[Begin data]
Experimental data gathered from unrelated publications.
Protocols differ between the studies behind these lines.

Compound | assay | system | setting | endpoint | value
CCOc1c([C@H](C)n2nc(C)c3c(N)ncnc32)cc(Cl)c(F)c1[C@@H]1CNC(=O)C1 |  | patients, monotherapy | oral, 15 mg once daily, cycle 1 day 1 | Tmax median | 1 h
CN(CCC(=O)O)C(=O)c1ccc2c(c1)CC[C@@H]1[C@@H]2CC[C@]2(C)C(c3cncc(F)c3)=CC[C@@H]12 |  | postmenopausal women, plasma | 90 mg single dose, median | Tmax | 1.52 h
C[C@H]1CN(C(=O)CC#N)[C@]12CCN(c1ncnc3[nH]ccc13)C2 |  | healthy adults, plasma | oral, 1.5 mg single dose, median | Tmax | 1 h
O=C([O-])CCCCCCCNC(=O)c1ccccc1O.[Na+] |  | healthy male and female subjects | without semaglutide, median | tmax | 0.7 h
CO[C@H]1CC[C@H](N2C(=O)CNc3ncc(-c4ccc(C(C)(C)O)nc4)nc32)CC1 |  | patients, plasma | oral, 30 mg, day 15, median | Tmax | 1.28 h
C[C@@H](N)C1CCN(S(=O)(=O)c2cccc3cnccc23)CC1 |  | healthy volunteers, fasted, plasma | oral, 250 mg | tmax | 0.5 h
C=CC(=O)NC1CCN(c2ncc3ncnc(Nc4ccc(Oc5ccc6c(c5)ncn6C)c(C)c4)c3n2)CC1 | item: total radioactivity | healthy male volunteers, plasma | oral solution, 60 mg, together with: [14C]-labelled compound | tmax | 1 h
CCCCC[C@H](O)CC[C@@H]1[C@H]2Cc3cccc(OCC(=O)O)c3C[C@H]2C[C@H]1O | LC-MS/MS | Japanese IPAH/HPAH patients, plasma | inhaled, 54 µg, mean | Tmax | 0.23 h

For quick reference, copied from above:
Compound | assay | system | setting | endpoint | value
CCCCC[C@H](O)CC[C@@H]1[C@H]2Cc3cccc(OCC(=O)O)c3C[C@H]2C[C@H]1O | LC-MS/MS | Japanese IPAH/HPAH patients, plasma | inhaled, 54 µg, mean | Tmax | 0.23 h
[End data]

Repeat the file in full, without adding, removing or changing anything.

Experimental data gathered from unrelated publications.
Protocols differ between the studies behind these lines.

Compound | assay | system | setting | endpoint | value
CCOc1c([C@H](C)n2nc(C)c3c(N)ncnc32)cc(Cl)c(F)c1[C@@H]1CNC(=O)C1 |  | patients, monotherapy | oral, 15 mg once daily, cycle 1 day 1 | Tmax median | 1 h
CN(CCC(=O)O)C(=O)c1ccc2c(c1)CC[C@@H]1[C@@H]2CC[C@]2(C)C(c3cncc(F)c3)=CC[C@@H]12 |  | postmenopausal women, plasma | 90 mg single dose, median | Tmax | 1.52 h
C[C@H]1CN(C(=O)CC#N)[C@]12CCN(c1ncnc3[nH]ccc13)C2 |  | healthy adults, plasma | oral, 1.5 mg single dose, median | Tmax | 1 h
O=C([O-])CCCCCCCNC(=O)c1ccccc1O.[Na+] |  | healthy male and female subjects | without semaglutide, median | tmax | 0.7 h
CO[C@H]1CC[C@H](N2C(=O)CNc3ncc(-c4ccc(C(C)(C)O)nc4)nc32)CC1 |  | patients, plasma | oral, 30 mg, day 15, median | Tmax | 1.28 h
C[C@@H](N)C1CCN(S(=O)(=O)c2cccc3cnccc23)CC1 |  | healthy volunteers, fasted, plasma | oral, 250 mg | tmax | 0.5 h
C=CC(=O)NC1CCN(c2ncc3ncnc(Nc4ccc(Oc5ccc6c(c5)ncn6C)c(C)c4)c3n2)CC1 | item: total radioactivity | healthy male volunteers, plasma | oral solution, 60 mg, together with: [14C]-labelled compound | tmax | 1 h
CCCCC[C@H](O)CC[C@@H]1[C@H]2Cc3cccc(OCC(=O)O)c3C[C@H]2C[C@H]1O | LC-MS/MS | Japanese IPAH/HPAH patients, plasma | inhaled, 54 µg, mean | Tmax | 0.23 h

For quick reference, copied from above:
Compound | assay | system | setting | endpoint | value
CCCCC[C@H](O)CC[C@@H]1[C@H]2Cc3cccc(OCC(=O)O)c3C[C@H]2C[C@H]1O | LC-MS/MS | Japanese IPAH/HPAH patients, plasma | inhaled, 54 µg, mean | Tmax | 0.23 h